In the forests areas surrounding the town I grew up in, there were numerous claims from local villagers and some foresters, of a maiden clad in a white sari leading a herd of elephants. The history of the princely states under British India; the life and times of the Maharajas and Nawabs fascinated me immensely. The backdrop of the plot, the verdant belt of forests lying in the westernmost corner of Assam bordering West Bengal along the Bhutan foothills, constitute a large habitat of the elephants and is the region I grew up in. The forests were the hunting ground of the princely state of Cooch Behar and the zamindaris of Eastern India.

This fascinating background of the region remained etched in my memory long after I left Assam and India. I always felt I had a story to tell. What better way could I put my love for the region and my passion for telling a story than spinning a plot of a treacherous maze with the players shuttling between the opulent royal palace in North Bengal and the deep dark, mysterious forests of Assam with the protagonist being hurtled into a rollercoaster ride of adventure as he becomes obsessed to get to the bottom of the mystery of the elephant girl?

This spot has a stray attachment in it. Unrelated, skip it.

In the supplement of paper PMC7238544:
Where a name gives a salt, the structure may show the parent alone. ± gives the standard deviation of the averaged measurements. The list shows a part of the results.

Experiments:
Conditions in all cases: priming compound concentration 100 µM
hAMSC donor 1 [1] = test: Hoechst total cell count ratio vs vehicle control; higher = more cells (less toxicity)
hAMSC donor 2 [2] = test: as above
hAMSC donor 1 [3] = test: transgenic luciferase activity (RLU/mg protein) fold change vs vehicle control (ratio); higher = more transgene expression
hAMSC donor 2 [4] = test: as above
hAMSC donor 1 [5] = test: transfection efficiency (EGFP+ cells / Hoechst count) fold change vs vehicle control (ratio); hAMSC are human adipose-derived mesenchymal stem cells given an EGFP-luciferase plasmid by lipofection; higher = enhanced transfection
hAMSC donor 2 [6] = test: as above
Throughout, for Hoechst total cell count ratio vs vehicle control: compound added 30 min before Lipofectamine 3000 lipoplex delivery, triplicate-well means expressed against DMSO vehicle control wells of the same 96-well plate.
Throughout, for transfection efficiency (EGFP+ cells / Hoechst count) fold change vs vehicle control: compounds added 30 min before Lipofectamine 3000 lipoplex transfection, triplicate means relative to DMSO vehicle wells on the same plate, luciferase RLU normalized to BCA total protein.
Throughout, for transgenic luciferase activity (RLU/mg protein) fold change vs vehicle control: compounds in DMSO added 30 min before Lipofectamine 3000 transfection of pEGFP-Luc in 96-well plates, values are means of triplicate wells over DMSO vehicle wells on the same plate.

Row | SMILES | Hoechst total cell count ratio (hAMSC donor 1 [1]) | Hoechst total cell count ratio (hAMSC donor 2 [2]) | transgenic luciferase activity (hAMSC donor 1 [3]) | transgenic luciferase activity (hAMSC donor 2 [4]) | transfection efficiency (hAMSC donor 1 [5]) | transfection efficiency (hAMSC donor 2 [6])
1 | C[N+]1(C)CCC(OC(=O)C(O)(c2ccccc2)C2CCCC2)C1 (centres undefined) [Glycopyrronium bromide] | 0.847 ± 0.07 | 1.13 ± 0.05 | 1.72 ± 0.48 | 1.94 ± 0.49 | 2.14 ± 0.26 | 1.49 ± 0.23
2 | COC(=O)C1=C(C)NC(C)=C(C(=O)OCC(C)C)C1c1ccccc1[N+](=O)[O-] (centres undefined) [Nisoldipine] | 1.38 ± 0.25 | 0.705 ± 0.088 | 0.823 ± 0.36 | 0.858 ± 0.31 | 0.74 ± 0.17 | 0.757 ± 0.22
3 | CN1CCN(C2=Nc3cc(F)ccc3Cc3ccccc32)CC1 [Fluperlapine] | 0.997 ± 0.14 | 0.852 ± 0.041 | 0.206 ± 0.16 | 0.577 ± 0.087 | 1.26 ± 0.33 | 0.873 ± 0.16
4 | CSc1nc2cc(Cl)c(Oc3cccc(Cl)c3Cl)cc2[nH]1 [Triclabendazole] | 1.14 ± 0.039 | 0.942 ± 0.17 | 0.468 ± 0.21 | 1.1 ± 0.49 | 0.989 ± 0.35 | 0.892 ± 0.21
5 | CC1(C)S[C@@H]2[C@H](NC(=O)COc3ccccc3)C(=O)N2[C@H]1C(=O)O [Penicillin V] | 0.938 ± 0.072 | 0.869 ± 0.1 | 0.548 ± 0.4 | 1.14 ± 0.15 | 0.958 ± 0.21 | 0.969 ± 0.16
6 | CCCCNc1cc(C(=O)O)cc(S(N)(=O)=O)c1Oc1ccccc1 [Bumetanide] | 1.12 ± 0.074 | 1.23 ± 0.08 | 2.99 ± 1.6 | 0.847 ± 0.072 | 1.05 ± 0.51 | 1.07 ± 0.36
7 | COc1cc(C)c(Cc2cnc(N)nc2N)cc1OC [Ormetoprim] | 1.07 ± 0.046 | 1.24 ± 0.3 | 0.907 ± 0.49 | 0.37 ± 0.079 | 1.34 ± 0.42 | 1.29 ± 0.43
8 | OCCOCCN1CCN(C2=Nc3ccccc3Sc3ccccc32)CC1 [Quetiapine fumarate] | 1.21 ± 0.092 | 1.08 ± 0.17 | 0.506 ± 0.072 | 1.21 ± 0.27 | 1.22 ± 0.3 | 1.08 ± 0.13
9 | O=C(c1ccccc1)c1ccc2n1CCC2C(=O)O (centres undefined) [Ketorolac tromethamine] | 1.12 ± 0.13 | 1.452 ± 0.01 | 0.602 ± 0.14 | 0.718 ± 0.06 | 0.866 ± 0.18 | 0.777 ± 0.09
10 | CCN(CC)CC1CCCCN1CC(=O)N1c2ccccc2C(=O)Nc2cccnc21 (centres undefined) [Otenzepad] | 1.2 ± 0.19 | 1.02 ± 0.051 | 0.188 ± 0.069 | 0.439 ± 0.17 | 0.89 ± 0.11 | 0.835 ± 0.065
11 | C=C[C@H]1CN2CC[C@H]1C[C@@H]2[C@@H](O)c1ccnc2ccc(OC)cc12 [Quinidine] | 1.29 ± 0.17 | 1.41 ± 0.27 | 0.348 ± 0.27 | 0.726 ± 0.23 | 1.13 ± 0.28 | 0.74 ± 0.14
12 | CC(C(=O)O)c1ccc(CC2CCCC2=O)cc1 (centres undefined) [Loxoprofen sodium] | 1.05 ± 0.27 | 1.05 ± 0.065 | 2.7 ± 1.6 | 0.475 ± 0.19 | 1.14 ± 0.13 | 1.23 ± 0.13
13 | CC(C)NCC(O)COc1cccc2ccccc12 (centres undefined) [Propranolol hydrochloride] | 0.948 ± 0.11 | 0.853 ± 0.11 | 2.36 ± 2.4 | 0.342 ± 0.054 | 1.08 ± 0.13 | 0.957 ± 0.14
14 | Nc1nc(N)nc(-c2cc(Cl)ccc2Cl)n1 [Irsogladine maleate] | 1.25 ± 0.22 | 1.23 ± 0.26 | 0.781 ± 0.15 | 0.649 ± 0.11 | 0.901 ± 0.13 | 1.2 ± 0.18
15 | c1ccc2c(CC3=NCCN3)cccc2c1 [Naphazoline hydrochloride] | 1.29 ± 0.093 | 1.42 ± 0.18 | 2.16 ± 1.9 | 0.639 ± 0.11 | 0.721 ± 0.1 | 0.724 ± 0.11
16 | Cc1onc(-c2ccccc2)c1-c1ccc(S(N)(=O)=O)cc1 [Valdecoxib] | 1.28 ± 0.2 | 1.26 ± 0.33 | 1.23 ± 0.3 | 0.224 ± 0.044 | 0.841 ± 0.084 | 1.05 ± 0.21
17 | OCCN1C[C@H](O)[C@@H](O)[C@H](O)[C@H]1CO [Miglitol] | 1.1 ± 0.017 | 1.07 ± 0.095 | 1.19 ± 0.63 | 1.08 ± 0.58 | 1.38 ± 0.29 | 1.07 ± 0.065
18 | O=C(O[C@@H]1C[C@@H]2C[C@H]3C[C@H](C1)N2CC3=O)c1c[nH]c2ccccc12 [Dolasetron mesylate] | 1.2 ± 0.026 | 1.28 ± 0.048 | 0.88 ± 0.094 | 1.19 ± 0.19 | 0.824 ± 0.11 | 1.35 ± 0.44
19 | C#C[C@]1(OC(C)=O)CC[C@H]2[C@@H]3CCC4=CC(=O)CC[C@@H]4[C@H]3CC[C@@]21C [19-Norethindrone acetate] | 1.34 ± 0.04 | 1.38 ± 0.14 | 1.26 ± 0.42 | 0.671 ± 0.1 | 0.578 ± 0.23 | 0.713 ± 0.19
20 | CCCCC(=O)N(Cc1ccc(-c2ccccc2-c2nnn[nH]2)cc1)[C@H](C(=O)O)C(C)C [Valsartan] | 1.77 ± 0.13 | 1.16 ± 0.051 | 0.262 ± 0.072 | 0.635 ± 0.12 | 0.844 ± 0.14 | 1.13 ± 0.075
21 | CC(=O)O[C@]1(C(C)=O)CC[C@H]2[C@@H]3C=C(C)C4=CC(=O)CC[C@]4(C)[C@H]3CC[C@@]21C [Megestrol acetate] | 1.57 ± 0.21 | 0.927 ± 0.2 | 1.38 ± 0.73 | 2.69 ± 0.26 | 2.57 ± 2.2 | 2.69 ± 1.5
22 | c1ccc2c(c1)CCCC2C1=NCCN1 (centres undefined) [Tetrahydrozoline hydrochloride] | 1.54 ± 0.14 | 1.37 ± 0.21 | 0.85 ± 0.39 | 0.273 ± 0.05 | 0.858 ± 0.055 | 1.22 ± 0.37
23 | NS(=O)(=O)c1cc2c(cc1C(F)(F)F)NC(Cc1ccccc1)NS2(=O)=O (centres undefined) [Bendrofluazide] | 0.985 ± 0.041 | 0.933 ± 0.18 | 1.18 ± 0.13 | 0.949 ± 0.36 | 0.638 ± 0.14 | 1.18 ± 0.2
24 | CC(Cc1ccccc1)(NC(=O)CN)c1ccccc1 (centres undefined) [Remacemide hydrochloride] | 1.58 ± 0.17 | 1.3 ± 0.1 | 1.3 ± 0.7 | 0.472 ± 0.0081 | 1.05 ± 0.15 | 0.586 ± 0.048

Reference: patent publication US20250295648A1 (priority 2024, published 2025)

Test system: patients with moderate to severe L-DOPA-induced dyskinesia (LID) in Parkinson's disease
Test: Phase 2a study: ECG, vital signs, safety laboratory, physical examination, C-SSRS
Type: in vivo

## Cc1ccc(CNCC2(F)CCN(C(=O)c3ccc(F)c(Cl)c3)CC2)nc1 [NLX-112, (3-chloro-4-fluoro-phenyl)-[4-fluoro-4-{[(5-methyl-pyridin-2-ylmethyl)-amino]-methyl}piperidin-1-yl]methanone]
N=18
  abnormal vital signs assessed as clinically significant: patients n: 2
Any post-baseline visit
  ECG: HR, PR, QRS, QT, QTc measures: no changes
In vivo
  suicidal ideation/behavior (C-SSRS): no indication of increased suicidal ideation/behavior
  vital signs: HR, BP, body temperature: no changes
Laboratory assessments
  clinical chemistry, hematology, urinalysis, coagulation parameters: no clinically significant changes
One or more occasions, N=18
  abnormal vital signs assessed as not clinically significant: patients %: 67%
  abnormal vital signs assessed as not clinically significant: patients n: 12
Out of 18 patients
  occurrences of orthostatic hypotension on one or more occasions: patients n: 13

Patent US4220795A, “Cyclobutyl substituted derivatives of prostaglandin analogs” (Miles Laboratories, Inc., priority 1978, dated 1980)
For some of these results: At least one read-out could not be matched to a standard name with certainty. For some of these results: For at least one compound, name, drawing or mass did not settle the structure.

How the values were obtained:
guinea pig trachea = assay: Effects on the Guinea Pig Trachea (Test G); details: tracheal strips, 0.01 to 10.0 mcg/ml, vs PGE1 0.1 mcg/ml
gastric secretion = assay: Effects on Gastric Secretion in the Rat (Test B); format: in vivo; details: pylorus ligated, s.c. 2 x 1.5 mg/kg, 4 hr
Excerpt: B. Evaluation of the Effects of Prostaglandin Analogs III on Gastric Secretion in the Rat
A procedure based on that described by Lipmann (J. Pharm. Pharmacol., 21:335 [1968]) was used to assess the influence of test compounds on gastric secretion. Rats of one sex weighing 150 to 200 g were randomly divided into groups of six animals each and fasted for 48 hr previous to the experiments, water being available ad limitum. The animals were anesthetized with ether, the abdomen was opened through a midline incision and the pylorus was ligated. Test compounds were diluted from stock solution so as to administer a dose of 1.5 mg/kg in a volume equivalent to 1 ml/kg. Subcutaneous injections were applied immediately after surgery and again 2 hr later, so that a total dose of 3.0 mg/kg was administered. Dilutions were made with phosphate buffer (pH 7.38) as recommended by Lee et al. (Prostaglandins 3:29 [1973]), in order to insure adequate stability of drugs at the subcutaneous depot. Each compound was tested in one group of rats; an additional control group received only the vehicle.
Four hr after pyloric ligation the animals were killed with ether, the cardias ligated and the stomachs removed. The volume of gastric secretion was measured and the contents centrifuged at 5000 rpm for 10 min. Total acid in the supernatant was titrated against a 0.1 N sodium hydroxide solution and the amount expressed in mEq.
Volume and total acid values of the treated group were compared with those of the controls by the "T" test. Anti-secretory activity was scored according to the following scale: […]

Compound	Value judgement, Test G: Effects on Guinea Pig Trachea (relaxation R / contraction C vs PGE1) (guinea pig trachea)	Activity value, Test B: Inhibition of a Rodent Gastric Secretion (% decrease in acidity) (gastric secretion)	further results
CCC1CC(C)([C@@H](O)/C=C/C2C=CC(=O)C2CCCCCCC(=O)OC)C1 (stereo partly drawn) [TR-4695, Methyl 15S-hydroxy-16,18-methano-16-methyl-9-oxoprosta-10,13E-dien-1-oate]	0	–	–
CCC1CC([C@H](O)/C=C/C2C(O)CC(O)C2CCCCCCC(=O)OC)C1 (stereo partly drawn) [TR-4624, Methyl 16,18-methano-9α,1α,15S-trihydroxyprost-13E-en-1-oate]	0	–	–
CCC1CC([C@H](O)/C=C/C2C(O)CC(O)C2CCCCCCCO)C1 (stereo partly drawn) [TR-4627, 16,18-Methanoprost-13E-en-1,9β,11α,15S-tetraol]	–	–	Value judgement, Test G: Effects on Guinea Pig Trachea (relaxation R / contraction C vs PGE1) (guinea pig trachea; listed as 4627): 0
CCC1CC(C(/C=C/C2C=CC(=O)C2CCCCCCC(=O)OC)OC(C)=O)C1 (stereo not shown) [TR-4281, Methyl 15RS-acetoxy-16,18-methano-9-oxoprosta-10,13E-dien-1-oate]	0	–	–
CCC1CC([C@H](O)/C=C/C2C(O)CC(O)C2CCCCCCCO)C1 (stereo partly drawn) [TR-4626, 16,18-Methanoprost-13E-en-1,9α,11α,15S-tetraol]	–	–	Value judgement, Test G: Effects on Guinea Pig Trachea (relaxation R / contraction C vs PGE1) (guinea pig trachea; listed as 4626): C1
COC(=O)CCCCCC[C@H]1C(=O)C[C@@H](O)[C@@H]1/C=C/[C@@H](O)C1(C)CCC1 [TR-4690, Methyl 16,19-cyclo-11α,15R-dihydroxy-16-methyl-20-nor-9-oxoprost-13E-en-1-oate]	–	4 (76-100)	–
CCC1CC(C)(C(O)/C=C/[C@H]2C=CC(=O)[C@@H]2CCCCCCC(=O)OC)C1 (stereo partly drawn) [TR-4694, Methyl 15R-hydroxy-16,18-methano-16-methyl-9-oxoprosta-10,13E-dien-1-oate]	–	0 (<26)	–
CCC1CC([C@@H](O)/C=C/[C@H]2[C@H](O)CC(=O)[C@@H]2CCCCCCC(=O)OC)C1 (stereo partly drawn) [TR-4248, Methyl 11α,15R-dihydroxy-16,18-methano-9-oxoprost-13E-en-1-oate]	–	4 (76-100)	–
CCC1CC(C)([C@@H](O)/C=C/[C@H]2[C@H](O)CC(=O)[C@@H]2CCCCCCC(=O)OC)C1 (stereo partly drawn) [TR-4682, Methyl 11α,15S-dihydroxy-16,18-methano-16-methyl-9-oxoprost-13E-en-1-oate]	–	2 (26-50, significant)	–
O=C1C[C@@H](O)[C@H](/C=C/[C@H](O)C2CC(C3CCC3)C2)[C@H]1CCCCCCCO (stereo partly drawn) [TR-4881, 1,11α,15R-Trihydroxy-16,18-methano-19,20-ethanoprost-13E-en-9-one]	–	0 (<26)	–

How do you come up with the titles to your books?

The title should naturally come out of the problem that challenges or torments the protagonist and propels the story forward. The conflict at the heart of the story, the shadow that hovers over the protagonist is a good pointer towards the title.

In the case of my book, a series of strange events in the deep jungle unfold to pique the curiosity of the protagonist. Despite attempts on his life, the murder of his father, the Maharajah and his favourite brother, he is enticed to unravel the mystery of the elusive girl who supposedly leads a herd of more than a hundred wild elephants. This tale of obsession, deceit and betrayal, which tears apart the protagonist between his urge to seek out the mysterious maiden and his desire to spend time with his loving wife in an advanced stage of pregnancy had to be christened as “the elephant girl.”

What, in your opinion, are the most important elements of good writing?

A good story, a crisp writing style and flawed and believable characters, unexpected directions are important elements of the fiction genres that appeal to me.

And a story that trusts readers, that does not tell readers everything, makes it even more enticing.

What comes first, the plot or characters? How do you develop your plot and characters?

I read somewhere that a novel is like a good meal where the characters are the ingredients, and the plot is the way it’s cooked and served. Both the plot and characters have to be strong. At the heart of the plot should be a conflict that challenges and taunts the characters. And the characters should be flawed and believable.